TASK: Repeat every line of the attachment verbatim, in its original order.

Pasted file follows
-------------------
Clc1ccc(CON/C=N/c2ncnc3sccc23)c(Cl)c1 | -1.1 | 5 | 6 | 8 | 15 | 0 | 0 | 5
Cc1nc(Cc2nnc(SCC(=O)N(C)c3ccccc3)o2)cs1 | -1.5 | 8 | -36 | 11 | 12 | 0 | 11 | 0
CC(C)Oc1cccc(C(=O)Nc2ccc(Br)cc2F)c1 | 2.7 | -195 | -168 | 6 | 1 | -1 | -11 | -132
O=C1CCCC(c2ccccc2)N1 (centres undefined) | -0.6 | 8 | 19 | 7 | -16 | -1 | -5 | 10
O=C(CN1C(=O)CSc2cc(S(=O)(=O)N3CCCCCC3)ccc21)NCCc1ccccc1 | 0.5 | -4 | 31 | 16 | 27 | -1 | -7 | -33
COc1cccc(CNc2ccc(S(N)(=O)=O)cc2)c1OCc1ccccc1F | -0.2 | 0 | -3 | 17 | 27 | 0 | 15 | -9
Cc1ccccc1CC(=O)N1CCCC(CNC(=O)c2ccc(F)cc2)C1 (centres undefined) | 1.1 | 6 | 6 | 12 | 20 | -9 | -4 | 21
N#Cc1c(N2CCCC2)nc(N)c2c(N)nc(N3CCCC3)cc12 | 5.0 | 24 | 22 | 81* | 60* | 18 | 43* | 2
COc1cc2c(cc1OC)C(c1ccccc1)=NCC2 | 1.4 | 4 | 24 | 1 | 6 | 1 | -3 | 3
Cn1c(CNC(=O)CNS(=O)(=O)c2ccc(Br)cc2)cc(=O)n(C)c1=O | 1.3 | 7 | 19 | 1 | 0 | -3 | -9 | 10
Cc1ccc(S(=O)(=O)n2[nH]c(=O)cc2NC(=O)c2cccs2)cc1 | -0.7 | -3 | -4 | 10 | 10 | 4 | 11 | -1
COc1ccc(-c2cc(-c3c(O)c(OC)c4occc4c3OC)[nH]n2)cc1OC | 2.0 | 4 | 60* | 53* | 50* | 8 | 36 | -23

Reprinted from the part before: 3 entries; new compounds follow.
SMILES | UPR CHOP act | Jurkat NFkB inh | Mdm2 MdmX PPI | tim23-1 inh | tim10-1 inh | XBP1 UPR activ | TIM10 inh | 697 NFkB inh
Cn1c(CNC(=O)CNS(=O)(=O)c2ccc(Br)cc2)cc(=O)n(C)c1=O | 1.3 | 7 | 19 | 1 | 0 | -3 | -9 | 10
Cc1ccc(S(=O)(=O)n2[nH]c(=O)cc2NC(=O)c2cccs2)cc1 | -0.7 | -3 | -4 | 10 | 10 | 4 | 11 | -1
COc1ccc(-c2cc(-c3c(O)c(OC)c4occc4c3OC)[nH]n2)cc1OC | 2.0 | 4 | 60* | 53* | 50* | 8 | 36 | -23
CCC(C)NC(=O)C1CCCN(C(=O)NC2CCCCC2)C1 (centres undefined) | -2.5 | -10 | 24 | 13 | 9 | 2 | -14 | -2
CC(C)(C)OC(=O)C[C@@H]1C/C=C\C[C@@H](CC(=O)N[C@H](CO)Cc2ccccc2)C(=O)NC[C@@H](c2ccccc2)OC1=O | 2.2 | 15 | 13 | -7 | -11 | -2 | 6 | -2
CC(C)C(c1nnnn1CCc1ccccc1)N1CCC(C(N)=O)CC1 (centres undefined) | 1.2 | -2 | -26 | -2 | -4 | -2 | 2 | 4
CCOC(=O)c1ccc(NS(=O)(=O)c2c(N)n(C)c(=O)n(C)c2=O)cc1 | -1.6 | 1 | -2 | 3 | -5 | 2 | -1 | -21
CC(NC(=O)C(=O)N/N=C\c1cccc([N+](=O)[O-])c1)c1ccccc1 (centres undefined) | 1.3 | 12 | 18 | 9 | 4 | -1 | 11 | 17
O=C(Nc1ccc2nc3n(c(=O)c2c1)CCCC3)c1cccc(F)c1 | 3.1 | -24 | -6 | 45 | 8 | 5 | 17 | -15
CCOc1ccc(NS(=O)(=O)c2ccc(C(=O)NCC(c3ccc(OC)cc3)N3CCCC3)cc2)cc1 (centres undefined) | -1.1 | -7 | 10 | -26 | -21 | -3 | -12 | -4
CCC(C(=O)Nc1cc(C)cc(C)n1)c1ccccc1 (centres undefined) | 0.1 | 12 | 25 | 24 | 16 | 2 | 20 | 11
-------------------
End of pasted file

Clc1ccc(CON/C=N/c2ncnc3sccc23)c(Cl)c1 | -1.1 | 5 | 6 | 8 | 15 | 0 | 0 | 5
Cc1nc(Cc2nnc(SCC(=O)N(C)c3ccccc3)o2)cs1 | -1.5 | 8 | -36 | 11 | 12 | 0 | 11 | 0
CC(C)Oc1cccc(C(=O)Nc2ccc(Br)cc2F)c1 | 2.7 | -195 | -168 | 6 | 1 | -1 | -11 | -132
O=C1CCCC(c2ccccc2)N1 (centres undefined) | -0.6 | 8 | 19 | 7 | -16 | -1 | -5 | 10
O=C(CN1C(=O)CSc2cc(S(=O)(=O)N3CCCCCC3)ccc21)NCCc1ccccc1 | 0.5 | -4 | 31 | 16 | 27 | -1 | -7 | -33
COc1cccc(CNc2ccc(S(N)(=O)=O)cc2)c1OCc1ccccc1F | -0.2 | 0 | -3 | 17 | 27 | 0 | 15 | -9
Cc1ccccc1CC(=O)N1CCCC(CNC(=O)c2ccc(F)cc2)C1 (centres undefined) | 1.1 | 6 | 6 | 12 | 20 | -9 | -4 | 21
N#Cc1c(N2CCCC2)nc(N)c2c(N)nc(N3CCCC3)cc12 | 5.0 | 24 | 22 | 81* | 60* | 18 | 43* | 2
COc1cc2c(cc1OC)C(c1ccccc1)=NCC2 | 1.4 | 4 | 24 | 1 | 6 | 1 | -3 | 3
Cn1c(CNC(=O)CNS(=O)(=O)c2ccc(Br)cc2)cc(=O)n(C)c1=O | 1.3 | 7 | 19 | 1 | 0 | -3 | -9 | 10
Cc1ccc(S(=O)(=O)n2[nH]c(=O)cc2NC(=O)c2cccs2)cc1 | -0.7 | -3 | -4 | 10 | 10 | 4 | 11 | -1
COc1ccc(-c2cc(-c3c(O)c(OC)c4occc4c3OC)[nH]n2)cc1OC | 2.0 | 4 | 60* | 53* | 50* | 8 | 36 | -23

Reprinted from the part before: 3 entries; new compounds follow.
SMILES | UPR CHOP act | Jurkat NFkB inh | Mdm2 MdmX PPI | tim23-1 inh | tim10-1 inh | XBP1 UPR activ | TIM10 inh | 697 NFkB inh
Cn1c(CNC(=O)CNS(=O)(=O)c2ccc(Br)cc2)cc(=O)n(C)c1=O | 1.3 | 7 | 19 | 1 | 0 | -3 | -9 | 10
Cc1ccc(S(=O)(=O)n2[nH]c(=O)cc2NC(=O)c2cccs2)cc1 | -0.7 | -3 | -4 | 10 | 10 | 4 | 11 | -1
COc1ccc(-c2cc(-c3c(O)c(OC)c4occc4c3OC)[nH]n2)cc1OC | 2.0 | 4 | 60* | 53* | 50* | 8 | 36 | -23
CCC(C)NC(=O)C1CCCN(C(=O)NC2CCCCC2)C1 (centres undefined) | -2.5 | -10 | 24 | 13 | 9 | 2 | -14 | -2
CC(C)(C)OC(=O)C[C@@H]1C/C=C\C[C@@H](CC(=O)N[C@H](CO)Cc2ccccc2)C(=O)NC[C@@H](c2ccccc2)OC1=O | 2.2 | 15 | 13 | -7 | -11 | -2 | 6 | -2
CC(C)C(c1nnnn1CCc1ccccc1)N1CCC(C(N)=O)CC1 (centres undefined) | 1.2 | -2 | -26 | -2 | -4 | -2 | 2 | 4
CCOC(=O)c1ccc(NS(=O)(=O)c2c(N)n(C)c(=O)n(C)c2=O)cc1 | -1.6 | 1 | -2 | 3 | -5 | 2 | -1 | -21
CC(NC(=O)C(=O)N/N=C\c1cccc([N+](=O)[O-])c1)c1ccccc1 (centres undefined) | 1.3 | 12 | 18 | 9 | 4 | -1 | 11 | 17
O=C(Nc1ccc2nc3n(c(=O)c2c1)CCCC3)c1cccc(F)c1 | 3.1 | -24 | -6 | 45 | 8 | 5 | 17 | -15
CCOc1ccc(NS(=O)(=O)c2ccc(C(=O)NCC(c3ccc(OC)cc3)N3CCCC3)cc2)cc1 (centres undefined) | -1.1 | -7 | 10 | -26 | -21 | -3 | -12 | -4
CCC(C(=O)Nc1cc(C)cc(C)n1)c1ccccc1 (centres undefined) | 0.1 | 12 | 25 | 24 | 16 | 2 | 20 | 11